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Consumer vs Business Markets

In both business and consumer markets, the individual that will use your product or service is not always the same individual that makes the actual purchasing decision. For instance, a husband may purchase a product that his wife needs, or a parent for a child, or an employer for an employee. In these situations, your responsibility is to satisfy the decision maker(s) by providing them relevant information as to how your product or service can enhance their business or lifestyle.

Generally, when I walk into a jewelry store to purchase a gift for my wife, the sales representative will ask questions about my wife, not about me (until we start talking budget). In business, you need to ask the purchaser about the goals or intentions for the product or service, not about their basic needs. To make them happy, you have to sell the expectation that the individual receiving the purchase will be happy. When the decision maker is not present, you can generate more sales by focusing on expectation rather than the moment.

Business Market Purchases. When marketing to a business, you should concentrate on what is most important to the business which often includes statistics, facts, data, and a return on investment. Within the business market, the purchasing decision is generally made by multiple individuals. Your selling strategy should focus on each of the decision makers by way of the individual who sought out your business. This may include giving everything to the purchaser and letting that individual determine how to disperse the content to the decision maker(s).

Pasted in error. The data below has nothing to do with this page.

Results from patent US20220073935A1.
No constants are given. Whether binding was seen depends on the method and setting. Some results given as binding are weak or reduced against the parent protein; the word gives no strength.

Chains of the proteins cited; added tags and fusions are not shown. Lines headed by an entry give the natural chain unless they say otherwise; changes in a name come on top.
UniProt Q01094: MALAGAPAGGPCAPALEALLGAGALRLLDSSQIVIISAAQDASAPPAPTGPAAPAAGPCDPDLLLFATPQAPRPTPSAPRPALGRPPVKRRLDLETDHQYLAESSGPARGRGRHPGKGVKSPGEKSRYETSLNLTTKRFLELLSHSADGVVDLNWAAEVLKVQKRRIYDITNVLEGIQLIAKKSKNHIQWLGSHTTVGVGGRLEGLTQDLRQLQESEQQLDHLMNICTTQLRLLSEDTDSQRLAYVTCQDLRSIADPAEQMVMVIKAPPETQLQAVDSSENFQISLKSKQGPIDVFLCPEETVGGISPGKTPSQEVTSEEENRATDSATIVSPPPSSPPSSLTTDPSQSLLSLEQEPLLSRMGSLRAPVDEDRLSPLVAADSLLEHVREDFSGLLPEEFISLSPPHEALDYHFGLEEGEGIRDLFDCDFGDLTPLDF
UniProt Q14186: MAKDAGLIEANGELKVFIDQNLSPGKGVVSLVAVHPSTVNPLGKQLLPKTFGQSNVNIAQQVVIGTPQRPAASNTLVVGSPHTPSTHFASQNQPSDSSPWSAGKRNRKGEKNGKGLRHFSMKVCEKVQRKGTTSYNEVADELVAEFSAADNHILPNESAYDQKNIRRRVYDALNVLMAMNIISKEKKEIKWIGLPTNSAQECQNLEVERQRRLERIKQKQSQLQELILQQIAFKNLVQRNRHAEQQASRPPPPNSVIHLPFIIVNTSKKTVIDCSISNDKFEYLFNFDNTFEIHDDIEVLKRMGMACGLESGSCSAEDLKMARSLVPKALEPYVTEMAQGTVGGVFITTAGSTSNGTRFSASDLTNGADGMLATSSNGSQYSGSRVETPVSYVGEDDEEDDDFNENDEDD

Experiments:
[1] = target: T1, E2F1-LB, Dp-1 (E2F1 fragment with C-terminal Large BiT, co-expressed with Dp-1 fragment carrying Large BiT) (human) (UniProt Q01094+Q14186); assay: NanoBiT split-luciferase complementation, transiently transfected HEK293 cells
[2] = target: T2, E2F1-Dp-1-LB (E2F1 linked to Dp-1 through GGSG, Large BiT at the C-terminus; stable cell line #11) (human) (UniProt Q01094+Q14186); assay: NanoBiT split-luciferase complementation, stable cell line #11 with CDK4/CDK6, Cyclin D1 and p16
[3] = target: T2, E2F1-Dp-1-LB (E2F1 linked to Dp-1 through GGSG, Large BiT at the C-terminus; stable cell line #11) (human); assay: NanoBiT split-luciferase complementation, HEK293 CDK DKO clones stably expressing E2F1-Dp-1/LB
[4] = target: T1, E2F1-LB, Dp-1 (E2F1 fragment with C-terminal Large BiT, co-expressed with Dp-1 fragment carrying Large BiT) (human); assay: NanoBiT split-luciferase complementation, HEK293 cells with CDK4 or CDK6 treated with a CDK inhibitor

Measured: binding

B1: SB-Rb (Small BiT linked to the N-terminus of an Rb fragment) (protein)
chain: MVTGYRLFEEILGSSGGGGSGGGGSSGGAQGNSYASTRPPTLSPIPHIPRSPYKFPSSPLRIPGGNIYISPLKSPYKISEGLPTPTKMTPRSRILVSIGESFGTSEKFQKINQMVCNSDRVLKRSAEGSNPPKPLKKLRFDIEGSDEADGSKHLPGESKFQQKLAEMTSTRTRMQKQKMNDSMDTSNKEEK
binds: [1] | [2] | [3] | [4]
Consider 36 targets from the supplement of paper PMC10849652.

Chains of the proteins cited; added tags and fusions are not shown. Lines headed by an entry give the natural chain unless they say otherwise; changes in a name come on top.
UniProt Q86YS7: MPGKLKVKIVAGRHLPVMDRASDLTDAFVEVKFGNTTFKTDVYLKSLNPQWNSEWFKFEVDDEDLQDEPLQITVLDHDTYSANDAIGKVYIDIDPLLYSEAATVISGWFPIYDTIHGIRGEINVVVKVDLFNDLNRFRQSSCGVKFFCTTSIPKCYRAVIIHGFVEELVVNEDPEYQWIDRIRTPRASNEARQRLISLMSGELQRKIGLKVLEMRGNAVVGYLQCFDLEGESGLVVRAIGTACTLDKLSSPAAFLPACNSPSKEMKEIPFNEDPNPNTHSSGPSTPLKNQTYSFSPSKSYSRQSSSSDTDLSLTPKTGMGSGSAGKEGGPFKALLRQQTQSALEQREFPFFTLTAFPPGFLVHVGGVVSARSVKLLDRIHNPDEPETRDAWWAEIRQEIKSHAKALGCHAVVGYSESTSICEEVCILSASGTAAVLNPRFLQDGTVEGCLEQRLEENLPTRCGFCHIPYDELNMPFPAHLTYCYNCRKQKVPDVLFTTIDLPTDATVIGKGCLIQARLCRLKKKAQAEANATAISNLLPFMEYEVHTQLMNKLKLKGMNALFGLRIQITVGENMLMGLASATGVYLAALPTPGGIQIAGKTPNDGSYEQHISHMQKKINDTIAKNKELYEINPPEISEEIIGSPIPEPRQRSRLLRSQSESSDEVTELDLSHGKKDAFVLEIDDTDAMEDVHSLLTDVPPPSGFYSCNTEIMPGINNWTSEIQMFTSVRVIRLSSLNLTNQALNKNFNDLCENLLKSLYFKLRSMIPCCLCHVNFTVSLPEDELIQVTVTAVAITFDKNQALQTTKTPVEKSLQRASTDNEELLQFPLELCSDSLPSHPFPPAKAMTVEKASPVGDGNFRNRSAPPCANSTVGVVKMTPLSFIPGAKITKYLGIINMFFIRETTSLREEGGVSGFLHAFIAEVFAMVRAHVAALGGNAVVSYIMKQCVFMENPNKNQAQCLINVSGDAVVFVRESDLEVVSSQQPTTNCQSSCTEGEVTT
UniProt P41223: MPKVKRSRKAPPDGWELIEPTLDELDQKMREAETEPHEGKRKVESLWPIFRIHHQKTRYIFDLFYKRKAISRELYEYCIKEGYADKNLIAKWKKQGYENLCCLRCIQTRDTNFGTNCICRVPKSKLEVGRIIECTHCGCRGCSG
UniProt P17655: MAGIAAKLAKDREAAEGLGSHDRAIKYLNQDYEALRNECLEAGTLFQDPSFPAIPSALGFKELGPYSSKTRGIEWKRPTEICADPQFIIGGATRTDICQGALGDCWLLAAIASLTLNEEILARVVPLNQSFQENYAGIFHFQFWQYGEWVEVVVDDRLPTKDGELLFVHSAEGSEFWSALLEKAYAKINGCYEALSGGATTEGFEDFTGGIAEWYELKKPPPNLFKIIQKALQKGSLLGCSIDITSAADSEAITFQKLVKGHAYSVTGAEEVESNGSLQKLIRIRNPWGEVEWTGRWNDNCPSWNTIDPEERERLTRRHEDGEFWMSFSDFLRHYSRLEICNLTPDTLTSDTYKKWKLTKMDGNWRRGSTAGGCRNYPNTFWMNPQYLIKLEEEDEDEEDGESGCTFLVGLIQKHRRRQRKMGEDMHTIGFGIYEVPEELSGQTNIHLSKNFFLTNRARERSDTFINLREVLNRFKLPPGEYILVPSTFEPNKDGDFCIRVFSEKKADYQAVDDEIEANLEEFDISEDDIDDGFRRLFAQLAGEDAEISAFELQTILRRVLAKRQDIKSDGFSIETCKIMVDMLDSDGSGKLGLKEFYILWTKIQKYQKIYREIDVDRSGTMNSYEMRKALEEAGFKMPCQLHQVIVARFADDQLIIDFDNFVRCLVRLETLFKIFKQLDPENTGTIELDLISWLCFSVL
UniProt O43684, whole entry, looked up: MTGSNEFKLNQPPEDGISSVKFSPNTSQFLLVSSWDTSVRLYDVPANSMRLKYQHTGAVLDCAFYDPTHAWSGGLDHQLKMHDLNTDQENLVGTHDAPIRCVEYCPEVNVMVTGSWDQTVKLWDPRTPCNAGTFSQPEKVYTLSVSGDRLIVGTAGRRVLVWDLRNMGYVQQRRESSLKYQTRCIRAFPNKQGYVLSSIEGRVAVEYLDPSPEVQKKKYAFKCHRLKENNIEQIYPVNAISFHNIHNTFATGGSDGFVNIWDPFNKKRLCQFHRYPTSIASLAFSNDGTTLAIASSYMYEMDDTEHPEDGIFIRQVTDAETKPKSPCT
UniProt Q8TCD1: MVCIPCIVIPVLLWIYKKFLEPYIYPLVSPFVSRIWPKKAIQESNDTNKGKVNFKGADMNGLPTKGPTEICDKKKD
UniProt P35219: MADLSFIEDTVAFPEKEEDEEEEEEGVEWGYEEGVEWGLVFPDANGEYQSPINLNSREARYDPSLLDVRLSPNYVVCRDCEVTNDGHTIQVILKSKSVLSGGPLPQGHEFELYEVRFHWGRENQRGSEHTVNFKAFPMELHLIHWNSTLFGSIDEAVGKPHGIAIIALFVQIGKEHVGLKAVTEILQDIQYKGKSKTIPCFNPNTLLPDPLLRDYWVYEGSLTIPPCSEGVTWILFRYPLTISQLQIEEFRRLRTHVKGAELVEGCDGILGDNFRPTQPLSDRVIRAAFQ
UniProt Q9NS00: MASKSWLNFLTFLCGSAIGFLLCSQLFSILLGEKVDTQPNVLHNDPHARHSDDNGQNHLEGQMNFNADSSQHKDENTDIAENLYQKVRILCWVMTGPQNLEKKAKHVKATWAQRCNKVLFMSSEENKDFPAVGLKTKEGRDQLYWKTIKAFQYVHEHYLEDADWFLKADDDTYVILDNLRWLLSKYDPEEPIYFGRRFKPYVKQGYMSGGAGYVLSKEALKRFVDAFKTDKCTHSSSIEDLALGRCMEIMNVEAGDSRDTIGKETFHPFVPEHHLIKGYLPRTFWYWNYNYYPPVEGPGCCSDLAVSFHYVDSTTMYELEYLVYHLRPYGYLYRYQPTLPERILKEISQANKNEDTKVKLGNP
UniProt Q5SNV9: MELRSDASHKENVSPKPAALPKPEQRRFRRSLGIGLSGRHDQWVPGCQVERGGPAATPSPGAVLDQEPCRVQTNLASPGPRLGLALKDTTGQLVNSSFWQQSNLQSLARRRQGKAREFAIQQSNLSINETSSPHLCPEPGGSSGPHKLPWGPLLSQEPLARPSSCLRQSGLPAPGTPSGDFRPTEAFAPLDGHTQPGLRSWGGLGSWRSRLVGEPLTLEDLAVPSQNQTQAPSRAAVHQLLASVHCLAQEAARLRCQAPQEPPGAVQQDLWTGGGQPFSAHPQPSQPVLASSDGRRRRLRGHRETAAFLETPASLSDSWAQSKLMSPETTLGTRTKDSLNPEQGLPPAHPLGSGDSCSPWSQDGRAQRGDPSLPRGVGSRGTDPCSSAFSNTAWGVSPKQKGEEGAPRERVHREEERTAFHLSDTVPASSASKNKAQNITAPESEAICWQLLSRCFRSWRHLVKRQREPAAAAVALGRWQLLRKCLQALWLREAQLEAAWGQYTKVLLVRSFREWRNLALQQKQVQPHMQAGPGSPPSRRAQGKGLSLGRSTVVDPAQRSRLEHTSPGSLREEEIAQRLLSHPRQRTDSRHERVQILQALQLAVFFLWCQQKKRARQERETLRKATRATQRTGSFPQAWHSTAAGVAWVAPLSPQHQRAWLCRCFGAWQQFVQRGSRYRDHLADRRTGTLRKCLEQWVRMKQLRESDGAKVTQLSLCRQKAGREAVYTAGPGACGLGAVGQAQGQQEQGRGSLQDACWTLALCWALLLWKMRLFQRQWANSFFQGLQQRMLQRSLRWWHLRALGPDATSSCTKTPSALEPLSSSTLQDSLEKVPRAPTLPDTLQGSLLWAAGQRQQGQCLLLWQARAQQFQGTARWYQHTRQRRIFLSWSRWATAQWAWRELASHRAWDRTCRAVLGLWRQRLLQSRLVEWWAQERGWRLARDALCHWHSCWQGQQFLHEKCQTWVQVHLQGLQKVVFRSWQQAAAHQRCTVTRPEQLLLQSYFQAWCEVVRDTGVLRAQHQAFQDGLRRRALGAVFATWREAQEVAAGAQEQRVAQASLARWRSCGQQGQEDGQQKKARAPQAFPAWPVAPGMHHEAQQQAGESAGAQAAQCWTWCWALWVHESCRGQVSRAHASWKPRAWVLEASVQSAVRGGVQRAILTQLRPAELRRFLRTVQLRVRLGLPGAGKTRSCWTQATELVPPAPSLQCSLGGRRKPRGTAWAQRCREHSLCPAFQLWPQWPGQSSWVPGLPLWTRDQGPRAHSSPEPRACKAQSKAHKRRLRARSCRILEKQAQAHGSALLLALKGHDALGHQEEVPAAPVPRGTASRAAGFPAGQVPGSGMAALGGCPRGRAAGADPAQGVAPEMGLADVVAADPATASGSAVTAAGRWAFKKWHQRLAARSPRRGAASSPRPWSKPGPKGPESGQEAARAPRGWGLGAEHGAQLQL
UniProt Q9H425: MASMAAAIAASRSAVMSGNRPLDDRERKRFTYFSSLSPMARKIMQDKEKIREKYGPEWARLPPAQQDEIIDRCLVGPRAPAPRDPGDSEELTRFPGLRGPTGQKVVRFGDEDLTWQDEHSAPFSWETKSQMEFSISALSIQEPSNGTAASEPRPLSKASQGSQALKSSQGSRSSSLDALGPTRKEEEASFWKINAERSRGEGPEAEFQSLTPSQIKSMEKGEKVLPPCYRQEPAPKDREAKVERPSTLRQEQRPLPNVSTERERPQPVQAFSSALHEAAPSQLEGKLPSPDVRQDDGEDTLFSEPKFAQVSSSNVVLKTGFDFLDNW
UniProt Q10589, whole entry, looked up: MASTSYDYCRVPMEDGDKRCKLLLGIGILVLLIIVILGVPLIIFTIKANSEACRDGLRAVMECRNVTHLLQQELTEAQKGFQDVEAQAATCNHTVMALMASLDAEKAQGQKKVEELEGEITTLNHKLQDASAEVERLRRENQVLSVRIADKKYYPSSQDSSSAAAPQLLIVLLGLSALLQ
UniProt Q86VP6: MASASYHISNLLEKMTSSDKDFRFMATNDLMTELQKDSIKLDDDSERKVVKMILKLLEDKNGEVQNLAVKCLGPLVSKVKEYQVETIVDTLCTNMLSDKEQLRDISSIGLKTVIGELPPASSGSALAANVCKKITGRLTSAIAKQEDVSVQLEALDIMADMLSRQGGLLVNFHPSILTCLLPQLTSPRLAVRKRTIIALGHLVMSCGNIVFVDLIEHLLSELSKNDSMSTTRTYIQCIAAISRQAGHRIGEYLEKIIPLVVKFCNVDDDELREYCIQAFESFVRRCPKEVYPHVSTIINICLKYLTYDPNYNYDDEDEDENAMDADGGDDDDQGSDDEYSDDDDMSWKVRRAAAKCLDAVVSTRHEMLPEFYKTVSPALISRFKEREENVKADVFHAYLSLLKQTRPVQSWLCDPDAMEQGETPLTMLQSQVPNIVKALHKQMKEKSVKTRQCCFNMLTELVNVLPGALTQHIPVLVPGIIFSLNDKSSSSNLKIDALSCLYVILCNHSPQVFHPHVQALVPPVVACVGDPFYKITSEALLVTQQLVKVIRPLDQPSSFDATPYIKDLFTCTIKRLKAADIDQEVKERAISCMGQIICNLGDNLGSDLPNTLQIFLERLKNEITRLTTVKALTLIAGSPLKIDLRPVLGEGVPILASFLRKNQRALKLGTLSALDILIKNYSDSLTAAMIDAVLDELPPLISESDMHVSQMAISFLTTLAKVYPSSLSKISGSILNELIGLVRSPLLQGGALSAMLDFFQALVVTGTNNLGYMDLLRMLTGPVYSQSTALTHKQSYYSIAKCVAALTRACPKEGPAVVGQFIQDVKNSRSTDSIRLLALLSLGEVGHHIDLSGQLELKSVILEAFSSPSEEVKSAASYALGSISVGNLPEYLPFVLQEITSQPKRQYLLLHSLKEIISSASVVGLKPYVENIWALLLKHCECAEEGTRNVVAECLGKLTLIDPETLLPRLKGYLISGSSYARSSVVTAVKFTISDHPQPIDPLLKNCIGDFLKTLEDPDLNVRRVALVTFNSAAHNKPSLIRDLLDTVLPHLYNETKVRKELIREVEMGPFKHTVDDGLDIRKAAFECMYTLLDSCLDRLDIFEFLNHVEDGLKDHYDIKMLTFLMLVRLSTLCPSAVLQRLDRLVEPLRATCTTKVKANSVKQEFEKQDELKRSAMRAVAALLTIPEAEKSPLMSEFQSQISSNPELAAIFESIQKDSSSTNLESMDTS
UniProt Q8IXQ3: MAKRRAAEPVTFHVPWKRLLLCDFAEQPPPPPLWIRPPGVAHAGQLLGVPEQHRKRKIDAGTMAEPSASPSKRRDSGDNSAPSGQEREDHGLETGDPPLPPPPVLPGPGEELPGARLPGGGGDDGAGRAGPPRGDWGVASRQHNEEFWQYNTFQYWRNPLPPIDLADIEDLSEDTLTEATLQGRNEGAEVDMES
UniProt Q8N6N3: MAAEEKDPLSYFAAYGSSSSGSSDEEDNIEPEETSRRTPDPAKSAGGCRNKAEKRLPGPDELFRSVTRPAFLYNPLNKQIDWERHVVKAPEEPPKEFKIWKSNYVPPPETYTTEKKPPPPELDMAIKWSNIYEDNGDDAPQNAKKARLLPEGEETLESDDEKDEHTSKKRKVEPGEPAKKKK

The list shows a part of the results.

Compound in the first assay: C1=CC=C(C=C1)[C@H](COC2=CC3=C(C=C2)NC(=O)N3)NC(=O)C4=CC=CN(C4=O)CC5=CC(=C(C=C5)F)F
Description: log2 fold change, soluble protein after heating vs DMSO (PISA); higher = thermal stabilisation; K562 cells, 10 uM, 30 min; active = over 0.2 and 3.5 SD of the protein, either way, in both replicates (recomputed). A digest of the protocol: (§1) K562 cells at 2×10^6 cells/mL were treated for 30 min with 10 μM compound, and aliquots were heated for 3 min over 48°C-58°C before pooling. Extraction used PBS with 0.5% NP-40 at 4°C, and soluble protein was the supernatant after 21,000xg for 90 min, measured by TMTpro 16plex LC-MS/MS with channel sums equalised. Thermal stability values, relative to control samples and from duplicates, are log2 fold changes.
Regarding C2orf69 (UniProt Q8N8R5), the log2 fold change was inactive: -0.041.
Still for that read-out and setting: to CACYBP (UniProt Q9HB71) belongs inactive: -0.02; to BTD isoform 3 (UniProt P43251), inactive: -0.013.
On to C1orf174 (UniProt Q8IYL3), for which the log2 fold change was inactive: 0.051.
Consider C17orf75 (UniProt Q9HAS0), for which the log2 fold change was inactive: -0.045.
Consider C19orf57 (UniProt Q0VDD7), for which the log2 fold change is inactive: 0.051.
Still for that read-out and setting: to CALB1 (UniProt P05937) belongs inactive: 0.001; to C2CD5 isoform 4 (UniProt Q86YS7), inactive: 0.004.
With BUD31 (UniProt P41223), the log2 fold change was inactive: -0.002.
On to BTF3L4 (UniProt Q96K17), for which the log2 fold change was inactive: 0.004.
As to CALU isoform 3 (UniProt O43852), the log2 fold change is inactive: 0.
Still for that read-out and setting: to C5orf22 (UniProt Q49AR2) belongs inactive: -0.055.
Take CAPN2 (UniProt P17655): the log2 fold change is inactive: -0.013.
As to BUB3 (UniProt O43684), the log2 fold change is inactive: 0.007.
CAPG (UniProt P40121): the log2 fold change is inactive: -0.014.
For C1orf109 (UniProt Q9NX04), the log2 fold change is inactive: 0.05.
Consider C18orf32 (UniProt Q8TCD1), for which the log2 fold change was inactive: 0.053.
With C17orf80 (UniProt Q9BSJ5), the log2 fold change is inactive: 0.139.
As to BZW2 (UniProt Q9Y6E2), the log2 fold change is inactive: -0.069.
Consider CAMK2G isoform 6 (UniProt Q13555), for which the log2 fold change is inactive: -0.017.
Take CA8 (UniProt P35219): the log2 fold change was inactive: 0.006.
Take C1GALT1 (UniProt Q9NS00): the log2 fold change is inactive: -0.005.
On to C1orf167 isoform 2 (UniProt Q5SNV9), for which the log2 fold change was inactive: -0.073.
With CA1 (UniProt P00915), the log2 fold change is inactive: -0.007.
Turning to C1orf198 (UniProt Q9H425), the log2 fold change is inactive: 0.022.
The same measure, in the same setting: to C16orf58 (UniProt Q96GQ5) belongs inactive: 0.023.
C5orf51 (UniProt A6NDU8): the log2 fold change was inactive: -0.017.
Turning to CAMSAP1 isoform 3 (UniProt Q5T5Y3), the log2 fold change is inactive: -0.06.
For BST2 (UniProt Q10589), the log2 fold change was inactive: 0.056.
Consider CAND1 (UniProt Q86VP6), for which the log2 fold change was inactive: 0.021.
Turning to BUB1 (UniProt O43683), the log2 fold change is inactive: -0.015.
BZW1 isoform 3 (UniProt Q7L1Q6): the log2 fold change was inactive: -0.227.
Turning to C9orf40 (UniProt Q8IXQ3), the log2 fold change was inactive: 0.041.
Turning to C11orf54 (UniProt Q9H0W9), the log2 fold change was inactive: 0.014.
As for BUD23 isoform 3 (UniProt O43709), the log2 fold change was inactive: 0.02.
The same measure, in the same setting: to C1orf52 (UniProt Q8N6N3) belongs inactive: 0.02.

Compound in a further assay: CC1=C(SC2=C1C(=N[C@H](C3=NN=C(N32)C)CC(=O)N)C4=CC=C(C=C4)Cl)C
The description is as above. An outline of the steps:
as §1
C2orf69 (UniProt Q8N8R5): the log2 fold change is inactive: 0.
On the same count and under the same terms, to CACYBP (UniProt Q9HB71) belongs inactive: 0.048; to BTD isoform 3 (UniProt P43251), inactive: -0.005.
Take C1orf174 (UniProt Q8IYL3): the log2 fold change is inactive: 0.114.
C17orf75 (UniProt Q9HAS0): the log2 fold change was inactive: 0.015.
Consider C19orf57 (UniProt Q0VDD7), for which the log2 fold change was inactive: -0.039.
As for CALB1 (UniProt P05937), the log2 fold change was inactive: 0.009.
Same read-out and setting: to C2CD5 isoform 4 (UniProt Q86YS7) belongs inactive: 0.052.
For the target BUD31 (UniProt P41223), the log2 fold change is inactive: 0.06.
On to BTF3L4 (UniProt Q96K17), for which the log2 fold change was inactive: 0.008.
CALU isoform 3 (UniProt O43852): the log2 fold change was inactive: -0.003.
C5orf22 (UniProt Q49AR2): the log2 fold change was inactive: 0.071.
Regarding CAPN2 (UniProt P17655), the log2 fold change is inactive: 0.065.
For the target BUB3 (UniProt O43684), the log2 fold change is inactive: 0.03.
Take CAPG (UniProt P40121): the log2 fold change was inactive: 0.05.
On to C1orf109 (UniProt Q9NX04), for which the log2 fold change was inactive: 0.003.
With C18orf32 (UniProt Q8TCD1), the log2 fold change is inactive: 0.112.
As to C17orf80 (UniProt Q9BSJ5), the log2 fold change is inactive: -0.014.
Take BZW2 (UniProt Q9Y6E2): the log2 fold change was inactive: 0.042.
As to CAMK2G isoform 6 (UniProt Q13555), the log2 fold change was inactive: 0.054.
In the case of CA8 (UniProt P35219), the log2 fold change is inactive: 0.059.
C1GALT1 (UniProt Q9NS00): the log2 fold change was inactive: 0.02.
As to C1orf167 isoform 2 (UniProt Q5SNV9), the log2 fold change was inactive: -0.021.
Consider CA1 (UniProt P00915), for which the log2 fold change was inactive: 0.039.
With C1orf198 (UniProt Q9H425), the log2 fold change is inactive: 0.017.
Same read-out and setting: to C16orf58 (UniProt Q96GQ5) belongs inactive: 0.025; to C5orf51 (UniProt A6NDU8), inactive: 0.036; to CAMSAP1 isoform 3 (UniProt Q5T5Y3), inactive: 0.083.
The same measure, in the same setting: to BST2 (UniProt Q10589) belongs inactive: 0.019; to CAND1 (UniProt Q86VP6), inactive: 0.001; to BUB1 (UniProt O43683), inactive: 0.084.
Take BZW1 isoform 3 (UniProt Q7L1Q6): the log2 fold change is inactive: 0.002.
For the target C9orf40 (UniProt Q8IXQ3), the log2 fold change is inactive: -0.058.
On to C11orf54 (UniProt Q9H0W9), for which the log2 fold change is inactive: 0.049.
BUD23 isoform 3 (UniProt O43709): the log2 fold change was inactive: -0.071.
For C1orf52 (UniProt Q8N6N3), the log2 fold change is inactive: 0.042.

Consumer Market Purchases. Consumers regularly make purchases based on factors which include value, availability, and emotional connections. In consumer markets, you will either sell to an individual or a couple. An example of a couple transaction is a husband wanting to purchase a new home. To do so, he would need to get his wife to agree to the decision. Similar to a business market, you need to sell to both but primarily satisfy the decision maker, which you should identify as you work to develop the relationship.

In both business and consumer markets, you can go a long way by getting the individual who contacted you to like you. If they like you and your business, they will fight on your behalf to influence the decision maker.

Sell What Sells